With one week left until the final challenge, Bob is back to training but has lost a portion of the progress he made due to the time off he had to take from his pains. He’s unmotivated and pessimistic that this challenge is going to help him at all. He would have given up by now had it not been for the sight of Busain leaving his house at the same time every morning to embrace his walk.
Busain is a full-fledged walker now. He’s covering 3+ miles in 45-minutes, bought himself a proper pair of walking shoes, and makes sure he’s hydrated every morning before he goes out. He can’t wait until the time for his walk, and is moving at a pace he’s never done before. T-minus one week until the final challenge, and Busain is excited to see how his time has improved!
Bob takes off from the start-line with a heavily compensated run, he makes it about 100 yards before he pulls up into a labored walk. It’s going to be a long mile for him.
Busain on the other hand leaves the start line with a brisk pace that he’s more than accustomed to by now. He thinks he can go even faster, but wants to stick to the plan and stay consistent throughout the final walk to see his true progress.
Busain finishes the 1-mile walk with a finishing time of 16:30! He finishes exuberantly, full of energy, and is craving for more!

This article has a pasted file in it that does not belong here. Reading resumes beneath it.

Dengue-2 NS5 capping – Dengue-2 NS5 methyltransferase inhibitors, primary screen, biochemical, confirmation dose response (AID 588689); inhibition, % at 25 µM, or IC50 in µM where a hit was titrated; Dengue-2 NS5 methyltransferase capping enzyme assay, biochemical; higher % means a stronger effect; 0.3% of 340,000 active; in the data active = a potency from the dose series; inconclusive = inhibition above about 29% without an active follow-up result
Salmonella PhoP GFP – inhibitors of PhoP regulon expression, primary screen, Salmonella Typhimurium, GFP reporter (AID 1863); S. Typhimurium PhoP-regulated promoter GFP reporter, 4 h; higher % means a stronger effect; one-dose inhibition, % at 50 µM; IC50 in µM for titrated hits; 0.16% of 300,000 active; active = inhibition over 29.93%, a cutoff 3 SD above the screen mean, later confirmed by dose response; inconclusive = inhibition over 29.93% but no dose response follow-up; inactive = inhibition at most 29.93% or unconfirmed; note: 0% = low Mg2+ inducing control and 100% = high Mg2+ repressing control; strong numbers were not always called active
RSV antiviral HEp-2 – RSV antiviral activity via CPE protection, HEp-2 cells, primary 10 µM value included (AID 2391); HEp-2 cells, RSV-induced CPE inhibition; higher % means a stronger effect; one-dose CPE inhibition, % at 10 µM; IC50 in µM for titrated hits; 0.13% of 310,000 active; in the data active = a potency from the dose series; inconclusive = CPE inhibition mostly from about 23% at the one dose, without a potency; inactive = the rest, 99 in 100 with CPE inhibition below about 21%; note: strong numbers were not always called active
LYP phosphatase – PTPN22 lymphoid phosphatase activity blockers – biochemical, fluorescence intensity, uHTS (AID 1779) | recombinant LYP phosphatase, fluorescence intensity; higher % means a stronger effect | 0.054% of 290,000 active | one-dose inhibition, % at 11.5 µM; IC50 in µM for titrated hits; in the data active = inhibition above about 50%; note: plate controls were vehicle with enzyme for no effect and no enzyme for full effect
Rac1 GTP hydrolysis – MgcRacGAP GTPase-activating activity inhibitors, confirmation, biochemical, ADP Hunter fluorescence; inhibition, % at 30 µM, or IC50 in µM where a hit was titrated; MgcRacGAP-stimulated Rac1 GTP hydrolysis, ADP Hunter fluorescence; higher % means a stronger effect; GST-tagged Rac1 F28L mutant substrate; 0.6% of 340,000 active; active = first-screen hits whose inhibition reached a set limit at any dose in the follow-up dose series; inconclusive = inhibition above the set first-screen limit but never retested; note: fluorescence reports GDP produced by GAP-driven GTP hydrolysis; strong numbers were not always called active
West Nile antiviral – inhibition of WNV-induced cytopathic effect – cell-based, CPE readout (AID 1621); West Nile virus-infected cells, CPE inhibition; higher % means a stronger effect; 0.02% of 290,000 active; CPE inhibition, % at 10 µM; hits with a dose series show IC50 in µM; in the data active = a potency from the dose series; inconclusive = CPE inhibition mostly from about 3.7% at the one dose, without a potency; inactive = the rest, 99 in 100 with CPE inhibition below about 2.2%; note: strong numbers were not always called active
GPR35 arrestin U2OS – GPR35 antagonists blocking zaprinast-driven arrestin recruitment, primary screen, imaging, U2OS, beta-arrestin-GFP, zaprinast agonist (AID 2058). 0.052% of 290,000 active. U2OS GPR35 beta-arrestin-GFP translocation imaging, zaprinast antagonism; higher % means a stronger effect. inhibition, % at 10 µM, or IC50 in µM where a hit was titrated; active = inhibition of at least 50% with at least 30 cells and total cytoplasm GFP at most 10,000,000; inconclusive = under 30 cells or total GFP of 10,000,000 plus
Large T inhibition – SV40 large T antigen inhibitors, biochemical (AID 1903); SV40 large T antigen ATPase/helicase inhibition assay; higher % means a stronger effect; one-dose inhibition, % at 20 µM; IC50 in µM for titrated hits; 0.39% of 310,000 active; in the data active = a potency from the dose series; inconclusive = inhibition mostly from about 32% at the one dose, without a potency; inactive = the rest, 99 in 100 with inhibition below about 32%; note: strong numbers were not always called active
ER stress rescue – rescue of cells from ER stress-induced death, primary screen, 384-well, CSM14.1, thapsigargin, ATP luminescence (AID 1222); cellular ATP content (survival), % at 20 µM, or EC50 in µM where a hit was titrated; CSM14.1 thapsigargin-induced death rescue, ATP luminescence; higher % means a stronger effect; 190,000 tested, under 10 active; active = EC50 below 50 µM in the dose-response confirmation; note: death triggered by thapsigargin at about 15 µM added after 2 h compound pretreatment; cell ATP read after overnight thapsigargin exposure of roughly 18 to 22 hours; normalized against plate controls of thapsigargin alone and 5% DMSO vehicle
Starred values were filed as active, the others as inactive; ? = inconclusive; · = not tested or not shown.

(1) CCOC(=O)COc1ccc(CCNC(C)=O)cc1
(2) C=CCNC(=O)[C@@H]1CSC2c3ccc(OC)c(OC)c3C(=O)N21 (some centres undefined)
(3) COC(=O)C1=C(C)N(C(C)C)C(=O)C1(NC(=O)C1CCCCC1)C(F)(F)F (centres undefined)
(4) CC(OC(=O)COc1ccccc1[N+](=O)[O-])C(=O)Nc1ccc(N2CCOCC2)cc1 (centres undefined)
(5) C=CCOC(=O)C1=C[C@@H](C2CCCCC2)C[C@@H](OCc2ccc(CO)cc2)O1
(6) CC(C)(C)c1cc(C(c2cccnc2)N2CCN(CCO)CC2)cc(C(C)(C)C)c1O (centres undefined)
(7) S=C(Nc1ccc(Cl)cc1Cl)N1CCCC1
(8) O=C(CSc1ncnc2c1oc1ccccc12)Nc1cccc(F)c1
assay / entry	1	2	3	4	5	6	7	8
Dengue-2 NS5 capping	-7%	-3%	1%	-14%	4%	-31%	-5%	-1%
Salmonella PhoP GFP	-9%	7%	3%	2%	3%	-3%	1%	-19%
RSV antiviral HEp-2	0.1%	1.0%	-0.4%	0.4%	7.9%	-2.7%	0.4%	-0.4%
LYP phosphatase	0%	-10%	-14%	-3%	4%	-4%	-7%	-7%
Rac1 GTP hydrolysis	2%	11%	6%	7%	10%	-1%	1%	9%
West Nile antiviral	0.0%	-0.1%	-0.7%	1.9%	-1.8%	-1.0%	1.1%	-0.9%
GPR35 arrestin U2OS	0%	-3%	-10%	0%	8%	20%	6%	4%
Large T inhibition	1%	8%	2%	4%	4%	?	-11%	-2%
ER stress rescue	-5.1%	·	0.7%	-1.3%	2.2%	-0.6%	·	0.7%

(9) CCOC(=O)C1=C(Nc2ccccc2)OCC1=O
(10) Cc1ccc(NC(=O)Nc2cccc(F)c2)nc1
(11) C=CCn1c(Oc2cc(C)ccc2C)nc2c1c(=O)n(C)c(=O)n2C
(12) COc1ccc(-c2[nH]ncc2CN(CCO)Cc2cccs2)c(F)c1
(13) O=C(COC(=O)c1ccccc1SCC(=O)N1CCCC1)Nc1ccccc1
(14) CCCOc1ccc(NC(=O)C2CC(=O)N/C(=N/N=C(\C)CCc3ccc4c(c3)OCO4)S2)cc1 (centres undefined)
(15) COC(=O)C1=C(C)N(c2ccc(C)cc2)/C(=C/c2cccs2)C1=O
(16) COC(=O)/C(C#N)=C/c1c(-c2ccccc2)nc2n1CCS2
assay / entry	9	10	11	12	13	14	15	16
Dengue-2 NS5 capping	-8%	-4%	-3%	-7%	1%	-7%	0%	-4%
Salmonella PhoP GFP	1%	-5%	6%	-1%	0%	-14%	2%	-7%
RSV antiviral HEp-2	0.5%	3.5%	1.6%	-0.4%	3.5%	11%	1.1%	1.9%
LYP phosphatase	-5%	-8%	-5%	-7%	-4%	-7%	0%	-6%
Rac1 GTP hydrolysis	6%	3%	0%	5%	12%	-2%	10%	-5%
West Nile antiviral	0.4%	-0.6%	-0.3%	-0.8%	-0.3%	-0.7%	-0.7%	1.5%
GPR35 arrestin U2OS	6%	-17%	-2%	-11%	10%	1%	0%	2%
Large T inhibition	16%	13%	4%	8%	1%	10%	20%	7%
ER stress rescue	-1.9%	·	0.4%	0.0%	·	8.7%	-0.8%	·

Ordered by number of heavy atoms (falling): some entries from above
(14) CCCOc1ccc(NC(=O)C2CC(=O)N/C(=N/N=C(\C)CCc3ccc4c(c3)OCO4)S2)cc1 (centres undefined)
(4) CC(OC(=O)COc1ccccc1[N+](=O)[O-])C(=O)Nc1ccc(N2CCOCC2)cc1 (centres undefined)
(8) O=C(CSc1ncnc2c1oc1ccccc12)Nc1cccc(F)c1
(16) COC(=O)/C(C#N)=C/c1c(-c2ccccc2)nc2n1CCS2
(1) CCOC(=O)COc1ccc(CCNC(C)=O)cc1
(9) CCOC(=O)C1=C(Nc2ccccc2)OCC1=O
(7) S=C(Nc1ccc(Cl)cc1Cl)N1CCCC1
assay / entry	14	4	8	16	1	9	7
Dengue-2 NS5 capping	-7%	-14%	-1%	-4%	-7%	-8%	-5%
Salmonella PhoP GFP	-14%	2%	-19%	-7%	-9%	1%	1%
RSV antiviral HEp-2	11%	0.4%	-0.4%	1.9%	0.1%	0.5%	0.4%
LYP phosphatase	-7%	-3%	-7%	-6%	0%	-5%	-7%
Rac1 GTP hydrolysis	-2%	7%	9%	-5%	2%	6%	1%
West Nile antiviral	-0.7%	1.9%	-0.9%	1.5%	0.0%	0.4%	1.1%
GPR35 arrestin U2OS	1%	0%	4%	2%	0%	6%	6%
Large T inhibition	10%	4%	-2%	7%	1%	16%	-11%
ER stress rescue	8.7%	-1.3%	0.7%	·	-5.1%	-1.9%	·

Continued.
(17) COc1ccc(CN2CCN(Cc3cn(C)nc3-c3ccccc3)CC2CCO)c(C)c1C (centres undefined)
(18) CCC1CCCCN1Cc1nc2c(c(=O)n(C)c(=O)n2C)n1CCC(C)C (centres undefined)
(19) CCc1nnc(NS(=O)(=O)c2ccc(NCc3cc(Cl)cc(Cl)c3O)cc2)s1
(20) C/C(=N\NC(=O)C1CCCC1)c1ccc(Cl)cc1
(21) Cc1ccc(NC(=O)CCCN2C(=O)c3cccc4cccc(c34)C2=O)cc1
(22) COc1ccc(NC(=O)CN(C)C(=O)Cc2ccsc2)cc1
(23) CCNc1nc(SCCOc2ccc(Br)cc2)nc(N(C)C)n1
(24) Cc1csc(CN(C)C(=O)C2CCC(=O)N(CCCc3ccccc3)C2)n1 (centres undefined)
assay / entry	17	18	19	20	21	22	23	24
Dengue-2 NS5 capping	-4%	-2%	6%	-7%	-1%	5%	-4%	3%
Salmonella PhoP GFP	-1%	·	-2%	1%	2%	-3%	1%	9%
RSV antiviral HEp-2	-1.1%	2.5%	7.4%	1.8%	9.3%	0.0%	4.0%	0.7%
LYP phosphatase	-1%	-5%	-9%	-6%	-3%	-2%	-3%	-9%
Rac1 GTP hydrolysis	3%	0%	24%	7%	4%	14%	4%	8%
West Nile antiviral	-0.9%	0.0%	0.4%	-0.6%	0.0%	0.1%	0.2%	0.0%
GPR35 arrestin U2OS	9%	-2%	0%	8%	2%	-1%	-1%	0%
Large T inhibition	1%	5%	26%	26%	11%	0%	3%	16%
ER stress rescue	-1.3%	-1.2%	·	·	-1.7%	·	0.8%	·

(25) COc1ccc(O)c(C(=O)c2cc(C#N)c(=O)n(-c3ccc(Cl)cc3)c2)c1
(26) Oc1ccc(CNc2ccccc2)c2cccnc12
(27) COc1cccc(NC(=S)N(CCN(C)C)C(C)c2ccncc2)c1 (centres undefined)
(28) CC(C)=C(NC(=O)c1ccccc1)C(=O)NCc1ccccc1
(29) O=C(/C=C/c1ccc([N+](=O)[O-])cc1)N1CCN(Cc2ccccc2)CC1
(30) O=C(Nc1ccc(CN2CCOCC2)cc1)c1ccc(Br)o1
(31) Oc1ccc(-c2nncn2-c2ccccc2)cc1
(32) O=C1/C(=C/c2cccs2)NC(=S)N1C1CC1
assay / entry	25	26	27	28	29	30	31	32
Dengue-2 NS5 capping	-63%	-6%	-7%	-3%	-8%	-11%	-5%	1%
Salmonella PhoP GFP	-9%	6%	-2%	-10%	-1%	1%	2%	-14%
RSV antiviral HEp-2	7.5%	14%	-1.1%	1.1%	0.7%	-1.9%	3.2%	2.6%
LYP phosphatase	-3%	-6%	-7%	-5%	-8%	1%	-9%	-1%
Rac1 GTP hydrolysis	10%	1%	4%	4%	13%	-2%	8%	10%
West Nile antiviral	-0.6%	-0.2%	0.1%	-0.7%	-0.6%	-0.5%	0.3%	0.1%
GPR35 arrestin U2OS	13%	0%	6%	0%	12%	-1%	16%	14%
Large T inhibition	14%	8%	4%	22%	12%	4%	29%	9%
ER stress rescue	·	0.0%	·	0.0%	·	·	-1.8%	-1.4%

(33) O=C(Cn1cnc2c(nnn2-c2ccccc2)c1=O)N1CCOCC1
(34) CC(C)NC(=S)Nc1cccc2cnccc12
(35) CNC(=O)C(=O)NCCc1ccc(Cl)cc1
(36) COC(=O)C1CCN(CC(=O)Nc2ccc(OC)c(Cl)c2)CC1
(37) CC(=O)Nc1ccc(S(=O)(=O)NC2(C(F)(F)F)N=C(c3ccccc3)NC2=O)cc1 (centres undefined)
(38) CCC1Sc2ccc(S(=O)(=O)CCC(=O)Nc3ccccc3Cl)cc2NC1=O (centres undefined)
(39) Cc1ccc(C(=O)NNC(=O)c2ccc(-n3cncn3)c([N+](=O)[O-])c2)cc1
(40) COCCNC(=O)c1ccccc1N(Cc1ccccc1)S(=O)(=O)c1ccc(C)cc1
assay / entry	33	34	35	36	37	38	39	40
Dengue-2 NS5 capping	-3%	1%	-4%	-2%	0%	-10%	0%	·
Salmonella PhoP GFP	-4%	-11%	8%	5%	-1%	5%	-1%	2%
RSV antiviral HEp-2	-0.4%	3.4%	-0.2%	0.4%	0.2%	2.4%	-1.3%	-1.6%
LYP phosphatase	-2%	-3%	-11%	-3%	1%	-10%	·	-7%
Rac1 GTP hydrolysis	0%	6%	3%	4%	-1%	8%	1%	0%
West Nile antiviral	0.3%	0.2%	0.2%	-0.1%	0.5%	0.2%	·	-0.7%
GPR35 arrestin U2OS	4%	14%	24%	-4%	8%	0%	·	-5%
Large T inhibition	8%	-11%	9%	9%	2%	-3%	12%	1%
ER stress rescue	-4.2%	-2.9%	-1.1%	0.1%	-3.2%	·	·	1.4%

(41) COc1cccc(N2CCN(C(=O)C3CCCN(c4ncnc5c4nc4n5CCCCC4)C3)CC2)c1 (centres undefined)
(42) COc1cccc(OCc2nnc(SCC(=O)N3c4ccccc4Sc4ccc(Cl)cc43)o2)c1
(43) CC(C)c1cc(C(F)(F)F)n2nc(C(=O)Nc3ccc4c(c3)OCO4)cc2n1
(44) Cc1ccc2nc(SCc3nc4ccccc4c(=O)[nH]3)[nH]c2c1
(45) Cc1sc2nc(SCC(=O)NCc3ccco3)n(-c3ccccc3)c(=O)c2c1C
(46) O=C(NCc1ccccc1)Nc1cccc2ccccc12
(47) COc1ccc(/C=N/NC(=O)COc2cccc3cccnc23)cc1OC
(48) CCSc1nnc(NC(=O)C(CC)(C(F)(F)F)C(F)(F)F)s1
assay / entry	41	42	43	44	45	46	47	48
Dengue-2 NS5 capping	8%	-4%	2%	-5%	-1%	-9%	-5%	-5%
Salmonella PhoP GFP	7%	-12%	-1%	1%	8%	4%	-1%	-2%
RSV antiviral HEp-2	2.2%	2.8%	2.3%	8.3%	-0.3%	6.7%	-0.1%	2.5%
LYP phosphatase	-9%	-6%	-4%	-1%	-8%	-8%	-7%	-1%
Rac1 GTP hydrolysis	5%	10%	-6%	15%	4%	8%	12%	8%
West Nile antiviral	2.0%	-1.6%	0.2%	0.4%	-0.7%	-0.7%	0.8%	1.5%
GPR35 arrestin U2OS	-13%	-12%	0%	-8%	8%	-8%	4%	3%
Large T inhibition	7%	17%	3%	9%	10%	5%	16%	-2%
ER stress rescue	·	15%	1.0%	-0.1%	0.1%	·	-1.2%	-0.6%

Bob finishes with a final time of 20:10, no contest to Busain’s improvement but certainly improved against his 1-month prior starting point. Bob finishes with labored breathing, some minor pain in his left knee, and is glad this stupid challenge is over.
This may have been a rather rudimentary example for many of you, but it highlights how simple the concept is yet how many people choose to ignore it.
Busain and Bob both improved their 1-mile time throughout the challenge. Without question their performance both increased, but whose was more effective?
Bob opted to attempt to improve performance without first establishing a foundation of health. He skipped a proper progression of walking to running, and did not account for how far behind his cardio-vascular system was in conditioning. While he may have improved performance in relation to the time at which he completed the mile, his heart health, measures of blood-pressure, cholesterol, capacity to fend off cardiac/lung disease, and beneficial effects of exercise are all no better off with Bob’s approach. His performance was also temporary, for after 5-days of inactivity his conditioning will return to it’s former levels, holding no long-term effects from his month of effort. He also has developed a compensation pattern for his knee pain, which although the pain has subsided, the compensation has not and he walks with a minor, yet noticeable, hitch.